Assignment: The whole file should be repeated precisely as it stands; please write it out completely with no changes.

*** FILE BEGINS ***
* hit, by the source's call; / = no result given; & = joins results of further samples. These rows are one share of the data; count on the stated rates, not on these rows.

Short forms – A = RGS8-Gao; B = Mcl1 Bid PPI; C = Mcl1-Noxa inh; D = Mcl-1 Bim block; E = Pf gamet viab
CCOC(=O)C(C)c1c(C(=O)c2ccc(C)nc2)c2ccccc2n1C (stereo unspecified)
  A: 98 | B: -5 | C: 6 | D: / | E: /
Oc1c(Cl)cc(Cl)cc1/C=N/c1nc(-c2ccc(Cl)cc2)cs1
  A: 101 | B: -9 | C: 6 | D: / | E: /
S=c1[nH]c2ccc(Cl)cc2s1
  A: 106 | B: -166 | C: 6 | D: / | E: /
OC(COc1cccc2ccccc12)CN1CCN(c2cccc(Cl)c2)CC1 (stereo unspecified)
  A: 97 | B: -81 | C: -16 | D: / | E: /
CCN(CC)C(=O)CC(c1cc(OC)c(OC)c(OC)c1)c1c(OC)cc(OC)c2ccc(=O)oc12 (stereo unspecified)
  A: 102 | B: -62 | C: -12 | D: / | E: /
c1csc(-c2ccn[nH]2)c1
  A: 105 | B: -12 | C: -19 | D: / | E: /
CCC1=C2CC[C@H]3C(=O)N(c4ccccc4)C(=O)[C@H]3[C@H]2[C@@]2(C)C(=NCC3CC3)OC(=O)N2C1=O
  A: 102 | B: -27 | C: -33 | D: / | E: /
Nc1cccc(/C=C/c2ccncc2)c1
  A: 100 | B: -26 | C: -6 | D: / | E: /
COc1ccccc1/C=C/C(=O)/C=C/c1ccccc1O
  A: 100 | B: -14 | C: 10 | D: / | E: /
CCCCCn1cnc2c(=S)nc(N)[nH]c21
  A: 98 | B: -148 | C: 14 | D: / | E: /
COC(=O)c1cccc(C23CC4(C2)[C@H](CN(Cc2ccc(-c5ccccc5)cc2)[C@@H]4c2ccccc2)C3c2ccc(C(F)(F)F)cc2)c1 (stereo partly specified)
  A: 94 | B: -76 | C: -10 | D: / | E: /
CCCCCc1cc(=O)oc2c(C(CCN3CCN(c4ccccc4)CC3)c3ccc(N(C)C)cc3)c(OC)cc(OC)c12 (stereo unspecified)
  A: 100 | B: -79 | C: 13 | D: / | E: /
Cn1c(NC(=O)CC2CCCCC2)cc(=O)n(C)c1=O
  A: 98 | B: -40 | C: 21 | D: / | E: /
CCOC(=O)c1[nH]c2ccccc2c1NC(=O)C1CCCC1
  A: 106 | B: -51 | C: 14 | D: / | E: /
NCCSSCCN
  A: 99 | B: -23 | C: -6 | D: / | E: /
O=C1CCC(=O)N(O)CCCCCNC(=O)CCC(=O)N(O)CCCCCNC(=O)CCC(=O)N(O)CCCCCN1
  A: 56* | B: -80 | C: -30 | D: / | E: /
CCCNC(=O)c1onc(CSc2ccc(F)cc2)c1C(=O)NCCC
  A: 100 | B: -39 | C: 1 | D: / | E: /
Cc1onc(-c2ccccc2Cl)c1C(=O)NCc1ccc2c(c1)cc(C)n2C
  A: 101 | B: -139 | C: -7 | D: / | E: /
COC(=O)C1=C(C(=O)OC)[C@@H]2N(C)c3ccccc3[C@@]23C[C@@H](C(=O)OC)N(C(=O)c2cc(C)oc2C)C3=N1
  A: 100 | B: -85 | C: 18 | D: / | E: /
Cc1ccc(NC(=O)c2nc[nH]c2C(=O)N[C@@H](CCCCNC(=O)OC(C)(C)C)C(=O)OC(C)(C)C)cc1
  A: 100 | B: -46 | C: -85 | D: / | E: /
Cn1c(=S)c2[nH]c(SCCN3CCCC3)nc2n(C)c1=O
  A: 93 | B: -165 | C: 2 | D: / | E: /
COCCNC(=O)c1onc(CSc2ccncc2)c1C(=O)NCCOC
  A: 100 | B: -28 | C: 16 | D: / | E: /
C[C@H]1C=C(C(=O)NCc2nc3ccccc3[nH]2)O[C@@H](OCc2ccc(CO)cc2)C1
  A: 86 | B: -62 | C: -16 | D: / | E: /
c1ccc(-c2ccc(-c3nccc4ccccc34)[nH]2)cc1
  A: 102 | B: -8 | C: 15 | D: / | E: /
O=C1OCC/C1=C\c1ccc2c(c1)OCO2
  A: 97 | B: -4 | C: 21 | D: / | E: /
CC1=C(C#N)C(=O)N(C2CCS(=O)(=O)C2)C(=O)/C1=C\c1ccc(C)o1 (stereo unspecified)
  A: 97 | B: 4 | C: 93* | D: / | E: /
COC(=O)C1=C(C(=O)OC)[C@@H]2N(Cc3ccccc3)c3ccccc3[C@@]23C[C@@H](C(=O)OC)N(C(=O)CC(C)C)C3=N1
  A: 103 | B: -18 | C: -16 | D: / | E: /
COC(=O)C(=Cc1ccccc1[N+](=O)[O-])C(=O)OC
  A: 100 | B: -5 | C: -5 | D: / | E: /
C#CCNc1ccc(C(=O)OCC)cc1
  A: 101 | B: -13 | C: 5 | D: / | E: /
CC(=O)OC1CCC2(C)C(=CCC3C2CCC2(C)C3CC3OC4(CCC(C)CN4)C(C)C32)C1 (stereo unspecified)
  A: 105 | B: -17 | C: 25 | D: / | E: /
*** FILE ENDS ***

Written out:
* hit, by the source's call; / = no result given; & = joins results of further samples. These rows are one share of the data; count on the stated rates, not on these rows.

Short forms – A = RGS8-Gao; B = Mcl1 Bid PPI; C = Mcl1-Noxa inh; D = Mcl-1 Bim block; E = Pf gamet viab
CCOC(=O)C(C)c1c(C(=O)c2ccc(C)nc2)c2ccccc2n1C (stereo unspecified)
  A: 98 | B: -5 | C: 6 | D: / | E: /
Oc1c(Cl)cc(Cl)cc1/C=N/c1nc(-c2ccc(Cl)cc2)cs1
  A: 101 | B: -9 | C: 6 | D: / | E: /
S=c1[nH]c2ccc(Cl)cc2s1
  A: 106 | B: -166 | C: 6 | D: / | E: /
OC(COc1cccc2ccccc12)CN1CCN(c2cccc(Cl)c2)CC1 (stereo unspecified)
  A: 97 | B: -81 | C: -16 | D: / | E: /
CCN(CC)C(=O)CC(c1cc(OC)c(OC)c(OC)c1)c1c(OC)cc(OC)c2ccc(=O)oc12 (stereo unspecified)
  A: 102 | B: -62 | C: -12 | D: / | E: /
c1csc(-c2ccn[nH]2)c1
  A: 105 | B: -12 | C: -19 | D: / | E: /
CCC1=C2CC[C@H]3C(=O)N(c4ccccc4)C(=O)[C@H]3[C@H]2[C@@]2(C)C(=NCC3CC3)OC(=O)N2C1=O
  A: 102 | B: -27 | C: -33 | D: / | E: /
Nc1cccc(/C=C/c2ccncc2)c1
  A: 100 | B: -26 | C: -6 | D: / | E: /
COc1ccccc1/C=C/C(=O)/C=C/c1ccccc1O
  A: 100 | B: -14 | C: 10 | D: / | E: /
CCCCCn1cnc2c(=S)nc(N)[nH]c21
  A: 98 | B: -148 | C: 14 | D: / | E: /
COC(=O)c1cccc(C23CC4(C2)[C@H](CN(Cc2ccc(-c5ccccc5)cc2)[C@@H]4c2ccccc2)C3c2ccc(C(F)(F)F)cc2)c1 (stereo partly specified)
  A: 94 | B: -76 | C: -10 | D: / | E: /
CCCCCc1cc(=O)oc2c(C(CCN3CCN(c4ccccc4)CC3)c3ccc(N(C)C)cc3)c(OC)cc(OC)c12 (stereo unspecified)
  A: 100 | B: -79 | C: 13 | D: / | E: /
Cn1c(NC(=O)CC2CCCCC2)cc(=O)n(C)c1=O
  A: 98 | B: -40 | C: 21 | D: / | E: /
CCOC(=O)c1[nH]c2ccccc2c1NC(=O)C1CCCC1
  A: 106 | B: -51 | C: 14 | D: / | E: /
NCCSSCCN
  A: 99 | B: -23 | C: -6 | D: / | E: /
O=C1CCC(=O)N(O)CCCCCNC(=O)CCC(=O)N(O)CCCCCNC(=O)CCC(=O)N(O)CCCCCN1
  A: 56* | B: -80 | C: -30 | D: / | E: /
CCCNC(=O)c1onc(CSc2ccc(F)cc2)c1C(=O)NCCC
  A: 100 | B: -39 | C: 1 | D: / | E: /
Cc1onc(-c2ccccc2Cl)c1C(=O)NCc1ccc2c(c1)cc(C)n2C
  A: 101 | B: -139 | C: -7 | D: / | E: /
COC(=O)C1=C(C(=O)OC)[C@@H]2N(C)c3ccccc3[C@@]23C[C@@H](C(=O)OC)N(C(=O)c2cc(C)oc2C)C3=N1
  A: 100 | B: -85 | C: 18 | D: / | E: /
Cc1ccc(NC(=O)c2nc[nH]c2C(=O)N[C@@H](CCCCNC(=O)OC(C)(C)C)C(=O)OC(C)(C)C)cc1
  A: 100 | B: -46 | C: -85 | D: / | E: /
Cn1c(=S)c2[nH]c(SCCN3CCCC3)nc2n(C)c1=O
  A: 93 | B: -165 | C: 2 | D: / | E: /
COCCNC(=O)c1onc(CSc2ccncc2)c1C(=O)NCCOC
  A: 100 | B: -28 | C: 16 | D: / | E: /
C[C@H]1C=C(C(=O)NCc2nc3ccccc3[nH]2)O[C@@H](OCc2ccc(CO)cc2)C1
  A: 86 | B: -62 | C: -16 | D: / | E: /
c1ccc(-c2ccc(-c3nccc4ccccc34)[nH]2)cc1
  A: 102 | B: -8 | C: 15 | D: / | E: /
O=C1OCC/C1=C\c1ccc2c(c1)OCO2
  A: 97 | B: -4 | C: 21 | D: / | E: /
CC1=C(C#N)C(=O)N(C2CCS(=O)(=O)C2)C(=O)/C1=C\c1ccc(C)o1 (stereo unspecified)
  A: 97 | B: 4 | C: 93* | D: / | E: /
COC(=O)C1=C(C(=O)OC)[C@@H]2N(Cc3ccccc3)c3ccccc3[C@@]23C[C@@H](C(=O)OC)N(C(=O)CC(C)C)C3=N1
  A: 103 | B: -18 | C: -16 | D: / | E: /
COC(=O)C(=Cc1ccccc1[N+](=O)[O-])C(=O)OC
  A: 100 | B: -5 | C: -5 | D: / | E: /
C#CCNc1ccc(C(=O)OCC)cc1
  A: 101 | B: -13 | C: 5 | D: / | E: /
CC(=O)OC1CCC2(C)C(=CCC3C2CCC2(C)C3CC3OC4(CCC(C)CN4)C(C)C32)C1 (stereo unspecified)
  A: 105 | B: -17 | C: 25 | D: / | E: /